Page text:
Suspect No. 2: Pakistani Taliban, unrest in Khyber Pakhtunkhwa
Then there are the Pakistani Taliban, a thorn in the side of the Pakistani military since 2007, when the Tehrik-i-Taliban Pakistan (TTP) was first formed by Baitullah Mehsud, a former ‘mujahideen’ recruited to fight the Russians, and then the Afghan Taliban. He has been described as a charismatic leader who reigned over a bloody series of attacks, primarily against the Pakistan Army, including one on the ISI headquarters. Mehsud’s death in a US drone attack in 2009 led to the TTP splintering into small groups, some stooges of the Pakistan Army itself. One instance of this was a suspicious ‘escape’ of Ehsanullah Ehsan and his later interview from Turkey (a known Pakistan ally), which indicated that he had arranged a ‘deal’ with military intelligence.
Ehsan was, however, right in predicting a TTP revival as evident from the April 2021 bombing of the Peshawar hotel. But it does not seem to have been specific to China, with even Chinese mouthpiece Global Times observing that the group wanted to “create bigger noise by targeting Chinese nationals…in a bid to advance a “malicious domestic agenda”, and quoting Chinese sources that said locals were not anti-China at all.
People in these areas have, however, been seething with resentment against the Pakistani military. This is most apparent in the PTM (Pashtun Tahafuz Movement), an entirely non-violent group that has been protesting the abduction and humiliation of locals for decades. Its popularity has spread across the country, leading to it being labelled ‘foreign funded’ without the slightest evidence and its leaders being murdered in broad daylight.
Unhappiness following the ‘historic’ merger of the tribal areas with Khyber Pakhtunkhwa in 2018, which was opposed by various tribes even at the time, has increased with elders demanding revocation of the merger, while a black day was observed against it on 1 June in the restive Khyber area. In sum, the very real grievances against the iron hand of Islamabad has led to an explosive situation, where any friend of the State is seen as an enemy.
Suspect No. 3: Balochistan ‘terrorism’ and decades of repression
The story repeats itself in Balochistan, where the Baloch Liberation Army (BLA) recently claimed a series of attacks on Chinese telecommunications installations, and detained several employees. It accuses Islamabad of using the Universal Service Fund fibre optic service to spy on them. This project worth PKR 5.11 bn was awarded to Chinese companies last year. Again, Baloch opposition to Pakistan’s dominance goes back to the time of Pakistan’s betrayal of the Khan of Kalat in March 1948.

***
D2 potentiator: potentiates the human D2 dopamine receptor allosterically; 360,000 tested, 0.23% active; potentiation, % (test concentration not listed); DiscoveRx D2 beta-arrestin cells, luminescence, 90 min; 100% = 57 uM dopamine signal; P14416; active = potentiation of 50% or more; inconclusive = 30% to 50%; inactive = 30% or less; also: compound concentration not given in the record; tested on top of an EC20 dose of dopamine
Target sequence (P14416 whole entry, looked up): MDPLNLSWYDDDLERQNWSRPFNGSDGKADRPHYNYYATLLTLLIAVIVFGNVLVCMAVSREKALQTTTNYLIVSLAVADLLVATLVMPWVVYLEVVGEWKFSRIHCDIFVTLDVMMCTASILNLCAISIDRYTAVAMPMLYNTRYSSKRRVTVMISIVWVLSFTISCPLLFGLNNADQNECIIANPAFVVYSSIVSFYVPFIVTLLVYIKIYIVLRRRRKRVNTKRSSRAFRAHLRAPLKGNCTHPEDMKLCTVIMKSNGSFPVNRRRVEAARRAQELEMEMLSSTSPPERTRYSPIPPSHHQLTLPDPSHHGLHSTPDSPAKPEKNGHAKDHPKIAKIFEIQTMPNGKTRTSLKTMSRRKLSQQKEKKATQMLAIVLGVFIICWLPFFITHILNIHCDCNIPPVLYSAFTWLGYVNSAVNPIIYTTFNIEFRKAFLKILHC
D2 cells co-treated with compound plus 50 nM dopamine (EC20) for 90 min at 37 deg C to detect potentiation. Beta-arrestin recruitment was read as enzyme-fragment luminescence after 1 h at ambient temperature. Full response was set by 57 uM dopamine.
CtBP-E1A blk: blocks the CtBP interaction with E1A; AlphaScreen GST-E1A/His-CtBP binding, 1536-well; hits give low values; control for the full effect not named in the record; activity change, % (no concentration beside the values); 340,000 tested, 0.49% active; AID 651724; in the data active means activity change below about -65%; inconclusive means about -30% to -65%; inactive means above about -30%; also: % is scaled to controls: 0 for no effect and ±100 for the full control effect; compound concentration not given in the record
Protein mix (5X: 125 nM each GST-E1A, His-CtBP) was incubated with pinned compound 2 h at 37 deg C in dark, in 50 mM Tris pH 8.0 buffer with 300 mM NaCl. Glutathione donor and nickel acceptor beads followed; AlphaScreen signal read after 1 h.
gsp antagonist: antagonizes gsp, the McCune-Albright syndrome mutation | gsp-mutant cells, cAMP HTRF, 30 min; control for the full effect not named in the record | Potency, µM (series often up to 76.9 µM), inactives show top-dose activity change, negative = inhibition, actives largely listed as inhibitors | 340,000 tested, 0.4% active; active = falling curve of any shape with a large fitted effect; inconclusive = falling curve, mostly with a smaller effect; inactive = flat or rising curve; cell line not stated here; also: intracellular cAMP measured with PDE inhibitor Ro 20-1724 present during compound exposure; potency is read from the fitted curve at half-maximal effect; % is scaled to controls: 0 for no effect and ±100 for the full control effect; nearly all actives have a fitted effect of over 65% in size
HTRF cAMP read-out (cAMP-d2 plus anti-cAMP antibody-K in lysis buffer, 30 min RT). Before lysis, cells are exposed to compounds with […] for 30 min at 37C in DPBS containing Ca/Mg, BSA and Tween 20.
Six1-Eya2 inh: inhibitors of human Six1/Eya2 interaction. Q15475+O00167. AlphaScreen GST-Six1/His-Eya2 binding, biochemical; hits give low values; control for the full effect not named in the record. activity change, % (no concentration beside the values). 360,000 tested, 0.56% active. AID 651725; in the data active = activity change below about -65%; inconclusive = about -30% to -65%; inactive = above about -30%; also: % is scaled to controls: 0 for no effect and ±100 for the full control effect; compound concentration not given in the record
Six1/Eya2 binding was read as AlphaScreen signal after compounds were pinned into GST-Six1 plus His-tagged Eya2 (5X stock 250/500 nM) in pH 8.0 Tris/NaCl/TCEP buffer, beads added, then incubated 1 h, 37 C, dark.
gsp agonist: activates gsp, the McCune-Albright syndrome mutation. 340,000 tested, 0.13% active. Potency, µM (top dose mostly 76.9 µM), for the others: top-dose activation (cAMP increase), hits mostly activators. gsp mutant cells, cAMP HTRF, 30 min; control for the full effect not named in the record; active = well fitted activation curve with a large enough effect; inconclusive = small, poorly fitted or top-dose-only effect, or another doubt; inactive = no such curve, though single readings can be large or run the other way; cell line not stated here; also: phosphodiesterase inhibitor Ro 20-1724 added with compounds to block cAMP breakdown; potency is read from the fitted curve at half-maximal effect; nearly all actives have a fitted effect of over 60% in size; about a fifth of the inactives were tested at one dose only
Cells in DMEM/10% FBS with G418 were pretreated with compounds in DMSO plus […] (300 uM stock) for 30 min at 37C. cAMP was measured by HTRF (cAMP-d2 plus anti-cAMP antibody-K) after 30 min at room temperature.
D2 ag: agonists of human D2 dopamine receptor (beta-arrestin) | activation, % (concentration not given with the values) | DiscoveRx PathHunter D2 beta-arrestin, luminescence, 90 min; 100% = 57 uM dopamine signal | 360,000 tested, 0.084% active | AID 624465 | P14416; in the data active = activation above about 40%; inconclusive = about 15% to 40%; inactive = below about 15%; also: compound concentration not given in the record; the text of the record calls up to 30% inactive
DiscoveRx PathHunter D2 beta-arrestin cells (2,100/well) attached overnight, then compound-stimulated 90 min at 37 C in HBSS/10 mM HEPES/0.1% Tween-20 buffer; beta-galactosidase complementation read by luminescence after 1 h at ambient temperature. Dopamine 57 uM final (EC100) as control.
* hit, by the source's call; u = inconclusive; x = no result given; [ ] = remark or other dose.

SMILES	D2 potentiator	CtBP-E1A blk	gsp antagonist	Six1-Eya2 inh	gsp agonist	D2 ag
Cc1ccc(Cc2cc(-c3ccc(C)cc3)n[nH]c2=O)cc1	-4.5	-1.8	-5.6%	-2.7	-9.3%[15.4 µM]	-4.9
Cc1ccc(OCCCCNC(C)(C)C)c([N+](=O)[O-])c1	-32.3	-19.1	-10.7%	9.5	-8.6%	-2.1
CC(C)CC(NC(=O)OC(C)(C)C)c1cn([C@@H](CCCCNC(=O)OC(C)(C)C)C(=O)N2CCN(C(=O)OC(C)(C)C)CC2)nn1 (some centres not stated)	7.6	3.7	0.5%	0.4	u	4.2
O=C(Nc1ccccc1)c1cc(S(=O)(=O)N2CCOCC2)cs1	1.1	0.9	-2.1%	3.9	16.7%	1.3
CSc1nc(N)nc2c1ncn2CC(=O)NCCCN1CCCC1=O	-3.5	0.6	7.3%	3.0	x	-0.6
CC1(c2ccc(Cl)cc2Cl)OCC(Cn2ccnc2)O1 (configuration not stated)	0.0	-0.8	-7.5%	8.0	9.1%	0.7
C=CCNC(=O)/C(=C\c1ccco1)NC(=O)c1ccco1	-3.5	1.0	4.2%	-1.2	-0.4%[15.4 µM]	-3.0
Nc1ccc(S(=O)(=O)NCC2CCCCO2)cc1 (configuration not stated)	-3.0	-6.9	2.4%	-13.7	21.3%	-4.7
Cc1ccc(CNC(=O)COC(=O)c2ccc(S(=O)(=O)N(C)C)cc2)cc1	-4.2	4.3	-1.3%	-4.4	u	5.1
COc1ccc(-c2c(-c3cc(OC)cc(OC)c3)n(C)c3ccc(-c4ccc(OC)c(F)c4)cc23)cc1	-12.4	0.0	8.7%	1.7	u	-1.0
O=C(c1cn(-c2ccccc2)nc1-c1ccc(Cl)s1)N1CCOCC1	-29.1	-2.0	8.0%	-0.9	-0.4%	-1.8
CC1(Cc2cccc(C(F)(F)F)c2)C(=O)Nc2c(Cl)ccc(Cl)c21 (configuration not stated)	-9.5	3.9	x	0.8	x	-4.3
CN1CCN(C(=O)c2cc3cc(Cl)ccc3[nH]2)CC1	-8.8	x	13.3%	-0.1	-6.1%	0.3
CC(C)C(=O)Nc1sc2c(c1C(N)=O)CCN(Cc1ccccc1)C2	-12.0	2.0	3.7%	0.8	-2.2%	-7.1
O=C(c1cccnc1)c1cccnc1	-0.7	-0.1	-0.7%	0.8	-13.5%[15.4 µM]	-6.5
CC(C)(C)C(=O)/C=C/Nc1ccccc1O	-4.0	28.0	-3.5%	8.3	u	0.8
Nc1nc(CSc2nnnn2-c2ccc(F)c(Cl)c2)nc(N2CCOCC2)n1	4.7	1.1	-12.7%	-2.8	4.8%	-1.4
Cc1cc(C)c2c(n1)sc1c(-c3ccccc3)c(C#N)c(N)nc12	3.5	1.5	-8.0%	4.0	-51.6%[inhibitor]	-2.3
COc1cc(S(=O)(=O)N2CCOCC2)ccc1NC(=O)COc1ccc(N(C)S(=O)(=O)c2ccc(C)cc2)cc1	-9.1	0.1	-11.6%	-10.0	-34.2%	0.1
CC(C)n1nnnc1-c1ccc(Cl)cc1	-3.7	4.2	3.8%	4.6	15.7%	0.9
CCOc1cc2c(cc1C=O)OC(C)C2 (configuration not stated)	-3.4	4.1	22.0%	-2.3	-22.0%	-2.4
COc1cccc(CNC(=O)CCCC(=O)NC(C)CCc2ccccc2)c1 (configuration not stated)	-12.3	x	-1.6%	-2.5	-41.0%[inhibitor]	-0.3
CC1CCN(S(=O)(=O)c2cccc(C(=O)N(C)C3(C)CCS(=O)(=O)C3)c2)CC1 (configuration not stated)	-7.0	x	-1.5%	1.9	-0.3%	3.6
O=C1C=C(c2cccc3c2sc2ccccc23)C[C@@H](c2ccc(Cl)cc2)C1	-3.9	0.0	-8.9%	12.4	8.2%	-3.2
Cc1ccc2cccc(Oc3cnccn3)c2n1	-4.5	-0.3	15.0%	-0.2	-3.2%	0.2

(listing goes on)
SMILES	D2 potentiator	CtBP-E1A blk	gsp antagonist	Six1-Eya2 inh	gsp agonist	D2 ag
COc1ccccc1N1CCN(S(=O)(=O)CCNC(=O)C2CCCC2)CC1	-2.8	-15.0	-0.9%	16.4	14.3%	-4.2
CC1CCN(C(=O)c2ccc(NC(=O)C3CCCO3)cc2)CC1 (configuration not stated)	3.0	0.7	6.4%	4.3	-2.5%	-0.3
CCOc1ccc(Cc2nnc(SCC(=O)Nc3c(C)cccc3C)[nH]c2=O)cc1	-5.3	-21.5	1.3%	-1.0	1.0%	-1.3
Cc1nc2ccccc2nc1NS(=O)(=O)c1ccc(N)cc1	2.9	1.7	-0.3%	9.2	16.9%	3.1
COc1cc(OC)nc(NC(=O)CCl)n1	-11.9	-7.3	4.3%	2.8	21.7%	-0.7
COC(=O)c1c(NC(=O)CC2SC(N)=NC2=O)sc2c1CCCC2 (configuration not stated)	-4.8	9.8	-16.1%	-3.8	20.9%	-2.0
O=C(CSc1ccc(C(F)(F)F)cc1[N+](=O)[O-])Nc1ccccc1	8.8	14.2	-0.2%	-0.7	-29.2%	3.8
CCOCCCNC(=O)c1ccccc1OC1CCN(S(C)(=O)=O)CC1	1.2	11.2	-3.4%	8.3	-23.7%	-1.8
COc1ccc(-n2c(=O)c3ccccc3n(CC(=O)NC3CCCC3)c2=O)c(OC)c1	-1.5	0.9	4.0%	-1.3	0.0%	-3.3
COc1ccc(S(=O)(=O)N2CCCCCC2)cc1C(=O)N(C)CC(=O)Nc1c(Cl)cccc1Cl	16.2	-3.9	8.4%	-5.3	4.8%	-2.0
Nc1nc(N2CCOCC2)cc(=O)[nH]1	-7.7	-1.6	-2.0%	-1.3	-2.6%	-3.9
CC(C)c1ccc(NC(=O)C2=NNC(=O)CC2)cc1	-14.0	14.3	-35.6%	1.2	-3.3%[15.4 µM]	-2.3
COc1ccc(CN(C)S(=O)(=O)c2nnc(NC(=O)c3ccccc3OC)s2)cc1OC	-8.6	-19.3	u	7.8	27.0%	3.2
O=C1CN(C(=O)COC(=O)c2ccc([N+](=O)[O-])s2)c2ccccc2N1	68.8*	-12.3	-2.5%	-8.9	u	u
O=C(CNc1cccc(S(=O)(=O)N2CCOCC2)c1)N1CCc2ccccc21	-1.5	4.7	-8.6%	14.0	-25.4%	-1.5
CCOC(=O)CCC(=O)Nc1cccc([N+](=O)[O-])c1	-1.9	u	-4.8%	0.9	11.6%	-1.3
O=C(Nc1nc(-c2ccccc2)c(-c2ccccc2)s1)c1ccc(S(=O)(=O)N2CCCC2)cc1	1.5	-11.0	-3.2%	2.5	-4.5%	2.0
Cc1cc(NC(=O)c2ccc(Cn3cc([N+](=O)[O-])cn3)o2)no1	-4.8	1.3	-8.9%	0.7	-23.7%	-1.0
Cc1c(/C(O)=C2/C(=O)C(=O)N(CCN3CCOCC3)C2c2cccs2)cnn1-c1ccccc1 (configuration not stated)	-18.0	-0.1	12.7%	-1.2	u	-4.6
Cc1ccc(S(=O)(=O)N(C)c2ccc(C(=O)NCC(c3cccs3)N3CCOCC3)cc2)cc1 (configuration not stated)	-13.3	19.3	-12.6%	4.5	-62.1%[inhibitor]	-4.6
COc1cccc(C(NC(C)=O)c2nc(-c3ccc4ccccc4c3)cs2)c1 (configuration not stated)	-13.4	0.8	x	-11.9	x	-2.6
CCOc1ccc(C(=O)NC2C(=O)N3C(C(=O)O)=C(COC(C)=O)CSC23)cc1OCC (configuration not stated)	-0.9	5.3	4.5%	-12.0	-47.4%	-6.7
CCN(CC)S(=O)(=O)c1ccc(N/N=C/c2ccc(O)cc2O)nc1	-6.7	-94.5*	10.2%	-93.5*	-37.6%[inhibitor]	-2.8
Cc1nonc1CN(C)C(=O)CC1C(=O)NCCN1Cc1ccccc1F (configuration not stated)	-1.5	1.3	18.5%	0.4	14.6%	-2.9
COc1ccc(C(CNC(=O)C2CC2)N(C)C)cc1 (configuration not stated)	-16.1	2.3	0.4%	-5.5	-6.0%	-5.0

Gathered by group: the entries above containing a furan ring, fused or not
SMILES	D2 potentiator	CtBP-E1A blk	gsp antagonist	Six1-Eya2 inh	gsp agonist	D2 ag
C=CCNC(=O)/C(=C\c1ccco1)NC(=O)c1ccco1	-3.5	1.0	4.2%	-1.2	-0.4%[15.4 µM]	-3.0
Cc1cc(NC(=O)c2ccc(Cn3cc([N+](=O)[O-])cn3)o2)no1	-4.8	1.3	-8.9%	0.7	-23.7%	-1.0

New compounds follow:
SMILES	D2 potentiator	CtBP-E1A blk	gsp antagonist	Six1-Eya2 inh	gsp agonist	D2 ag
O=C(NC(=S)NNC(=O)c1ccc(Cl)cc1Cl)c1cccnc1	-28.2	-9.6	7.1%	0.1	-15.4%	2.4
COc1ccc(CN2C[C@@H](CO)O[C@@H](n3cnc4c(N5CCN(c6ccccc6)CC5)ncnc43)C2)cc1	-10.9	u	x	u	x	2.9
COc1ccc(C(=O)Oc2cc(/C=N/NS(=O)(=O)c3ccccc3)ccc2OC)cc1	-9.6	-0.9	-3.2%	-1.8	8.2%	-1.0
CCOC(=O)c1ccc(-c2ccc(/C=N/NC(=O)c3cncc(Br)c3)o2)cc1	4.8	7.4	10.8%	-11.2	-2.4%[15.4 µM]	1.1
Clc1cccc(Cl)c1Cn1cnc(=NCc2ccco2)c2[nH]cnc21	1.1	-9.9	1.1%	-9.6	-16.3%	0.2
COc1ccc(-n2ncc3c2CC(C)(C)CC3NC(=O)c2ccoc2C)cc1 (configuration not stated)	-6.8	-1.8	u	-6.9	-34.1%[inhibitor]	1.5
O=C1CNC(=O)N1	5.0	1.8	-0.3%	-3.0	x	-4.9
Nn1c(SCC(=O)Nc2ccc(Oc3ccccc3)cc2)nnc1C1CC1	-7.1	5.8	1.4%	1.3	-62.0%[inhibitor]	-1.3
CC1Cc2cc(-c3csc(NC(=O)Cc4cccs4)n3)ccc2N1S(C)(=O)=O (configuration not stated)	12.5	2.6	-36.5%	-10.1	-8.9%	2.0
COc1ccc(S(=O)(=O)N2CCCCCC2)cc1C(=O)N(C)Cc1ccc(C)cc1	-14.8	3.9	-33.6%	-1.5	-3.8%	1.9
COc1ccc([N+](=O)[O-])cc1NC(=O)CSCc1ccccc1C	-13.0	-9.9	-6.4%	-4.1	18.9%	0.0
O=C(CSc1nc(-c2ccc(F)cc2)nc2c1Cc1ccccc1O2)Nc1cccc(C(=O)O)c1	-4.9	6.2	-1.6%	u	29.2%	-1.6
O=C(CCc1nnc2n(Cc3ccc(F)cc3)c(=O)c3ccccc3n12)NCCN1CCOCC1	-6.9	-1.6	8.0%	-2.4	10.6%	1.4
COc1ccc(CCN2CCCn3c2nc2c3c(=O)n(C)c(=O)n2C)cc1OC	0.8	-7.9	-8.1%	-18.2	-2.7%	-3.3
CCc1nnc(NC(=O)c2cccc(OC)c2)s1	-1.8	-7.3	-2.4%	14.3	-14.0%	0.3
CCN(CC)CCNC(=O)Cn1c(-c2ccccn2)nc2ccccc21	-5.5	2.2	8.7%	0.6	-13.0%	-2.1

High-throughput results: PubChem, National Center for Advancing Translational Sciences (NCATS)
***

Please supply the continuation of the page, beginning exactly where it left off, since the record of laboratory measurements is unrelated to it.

The history of repression and Baloch courage is too long to be adequately outlined here, but suffice to say that the thousands of heinous attacks on Baloch youth have been ignored by the so-called ‘international community’ for years. But it exists, and continues to grow such as the recent murder of respected Baloch leader Usman Kakkar. The spectacle of massive crowds grieving his passing was ignored by the Pakistani media, now largely tamed into submission. But that resentment again leads Baloch groups to view the Chinese as much of an occupation force as the ‘Punjabis’ who push its agenda.
And now for the ‘accused’
Pakistanis are most prone to accusing India and the US primarily for anything and everything, including the actions of the Financial Action Task Force (FATF), a body whose job it is to root out financing of terrorism across the world. At various times, there are cries of an Axis with Israel’s Mossad. Overwhelming evidence over decades shows that Pakistan has not only become a resting place for terrorists of every shade, but its own government also seems to be tilting more and more to the Right. Prime Minister Imran Khan wasn’t called ‘Taliban Khan’ for nothing.
Now it seems that the Army has got it right, as usual. Najam Sethi reports that the top brass has warned the government and media not to glamourise the Afghan Taliban – probably because it would further expose Pakistan’s role. But more to the point, it has asked that activities of the Pakistani Taliban in Balochistan and tribal areas not be reported in the press. Apparently, there is a very serious threat knocking at the gates of the establishment, and it’s well inside the country. Beijing is not going to like that at all.
The author is a Distinguished Fellow at the Institute of Peace and Conflict Studies, New Delhi. She tweets @kartha_tara. Views are personal.
(Edited by Prashant Dixit)